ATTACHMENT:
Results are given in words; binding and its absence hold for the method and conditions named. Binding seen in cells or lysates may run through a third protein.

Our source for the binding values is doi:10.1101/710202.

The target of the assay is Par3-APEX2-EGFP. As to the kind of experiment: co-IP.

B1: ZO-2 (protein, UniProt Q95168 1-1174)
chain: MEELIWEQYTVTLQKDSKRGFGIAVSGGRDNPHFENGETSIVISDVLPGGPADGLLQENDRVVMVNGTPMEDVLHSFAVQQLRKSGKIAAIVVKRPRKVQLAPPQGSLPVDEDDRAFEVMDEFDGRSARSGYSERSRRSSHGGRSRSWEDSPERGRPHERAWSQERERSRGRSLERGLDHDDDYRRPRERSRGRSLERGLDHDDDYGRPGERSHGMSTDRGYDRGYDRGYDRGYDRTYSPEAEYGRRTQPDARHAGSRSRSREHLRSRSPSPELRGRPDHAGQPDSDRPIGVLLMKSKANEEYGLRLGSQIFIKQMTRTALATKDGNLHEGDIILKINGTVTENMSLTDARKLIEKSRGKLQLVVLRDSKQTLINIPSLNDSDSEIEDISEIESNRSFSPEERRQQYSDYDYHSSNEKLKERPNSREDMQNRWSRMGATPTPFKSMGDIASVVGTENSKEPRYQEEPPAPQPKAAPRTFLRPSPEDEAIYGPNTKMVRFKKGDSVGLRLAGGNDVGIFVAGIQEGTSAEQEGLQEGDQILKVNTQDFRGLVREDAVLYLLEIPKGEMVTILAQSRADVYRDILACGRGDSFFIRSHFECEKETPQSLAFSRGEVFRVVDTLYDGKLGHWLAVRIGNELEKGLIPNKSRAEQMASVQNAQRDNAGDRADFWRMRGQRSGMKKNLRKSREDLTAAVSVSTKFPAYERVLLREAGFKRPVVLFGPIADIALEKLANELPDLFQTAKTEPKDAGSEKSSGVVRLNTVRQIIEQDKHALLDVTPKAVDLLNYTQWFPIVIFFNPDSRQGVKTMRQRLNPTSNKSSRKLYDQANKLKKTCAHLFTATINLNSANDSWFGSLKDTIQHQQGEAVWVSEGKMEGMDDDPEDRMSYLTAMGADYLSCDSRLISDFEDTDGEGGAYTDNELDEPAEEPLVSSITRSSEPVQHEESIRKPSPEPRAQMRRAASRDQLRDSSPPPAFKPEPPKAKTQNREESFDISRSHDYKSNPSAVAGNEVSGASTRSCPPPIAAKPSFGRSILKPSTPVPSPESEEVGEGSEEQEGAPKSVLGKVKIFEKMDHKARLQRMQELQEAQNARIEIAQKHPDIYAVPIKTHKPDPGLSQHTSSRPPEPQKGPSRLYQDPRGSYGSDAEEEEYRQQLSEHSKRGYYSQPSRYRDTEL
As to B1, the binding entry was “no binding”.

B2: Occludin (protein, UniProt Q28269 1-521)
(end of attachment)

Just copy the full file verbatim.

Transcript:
Results are given in words; binding and its absence hold for the method and conditions named. Binding seen in cells or lysates may run through a third protein.

Our source for the binding values is doi:10.1101/710202.

The target of the assay is Par3-APEX2-EGFP. As to the kind of experiment: co-IP.

B1: ZO-2 (protein, UniProt Q95168 1-1174)
chain: MEELIWEQYTVTLQKDSKRGFGIAVSGGRDNPHFENGETSIVISDVLPGGPADGLLQENDRVVMVNGTPMEDVLHSFAVQQLRKSGKIAAIVVKRPRKVQLAPPQGSLPVDEDDRAFEVMDEFDGRSARSGYSERSRRSSHGGRSRSWEDSPERGRPHERAWSQERERSRGRSLERGLDHDDDYRRPRERSRGRSLERGLDHDDDYGRPGERSHGMSTDRGYDRGYDRGYDRGYDRTYSPEAEYGRRTQPDARHAGSRSRSREHLRSRSPSPELRGRPDHAGQPDSDRPIGVLLMKSKANEEYGLRLGSQIFIKQMTRTALATKDGNLHEGDIILKINGTVTENMSLTDARKLIEKSRGKLQLVVLRDSKQTLINIPSLNDSDSEIEDISEIESNRSFSPEERRQQYSDYDYHSSNEKLKERPNSREDMQNRWSRMGATPTPFKSMGDIASVVGTENSKEPRYQEEPPAPQPKAAPRTFLRPSPEDEAIYGPNTKMVRFKKGDSVGLRLAGGNDVGIFVAGIQEGTSAEQEGLQEGDQILKVNTQDFRGLVREDAVLYLLEIPKGEMVTILAQSRADVYRDILACGRGDSFFIRSHFECEKETPQSLAFSRGEVFRVVDTLYDGKLGHWLAVRIGNELEKGLIPNKSRAEQMASVQNAQRDNAGDRADFWRMRGQRSGMKKNLRKSREDLTAAVSVSTKFPAYERVLLREAGFKRPVVLFGPIADIALEKLANELPDLFQTAKTEPKDAGSEKSSGVVRLNTVRQIIEQDKHALLDVTPKAVDLLNYTQWFPIVIFFNPDSRQGVKTMRQRLNPTSNKSSRKLYDQANKLKKTCAHLFTATINLNSANDSWFGSLKDTIQHQQGEAVWVSEGKMEGMDDDPEDRMSYLTAMGADYLSCDSRLISDFEDTDGEGGAYTDNELDEPAEEPLVSSITRSSEPVQHEESIRKPSPEPRAQMRRAASRDQLRDSSPPPAFKPEPPKAKTQNREESFDISRSHDYKSNPSAVAGNEVSGASTRSCPPPIAAKPSFGRSILKPSTPVPSPESEEVGEGSEEQEGAPKSVLGKVKIFEKMDHKARLQRMQELQEAQNARIEIAQKHPDIYAVPIKTHKPDPGLSQHTSSRPPEPQKGPSRLYQDPRGSYGSDAEEEEYRQQLSEHSKRGYYSQPSRYRDTEL
As to B1, the binding entry was “no binding”.

B2: Occludin (protein, UniProt Q28269 1-521)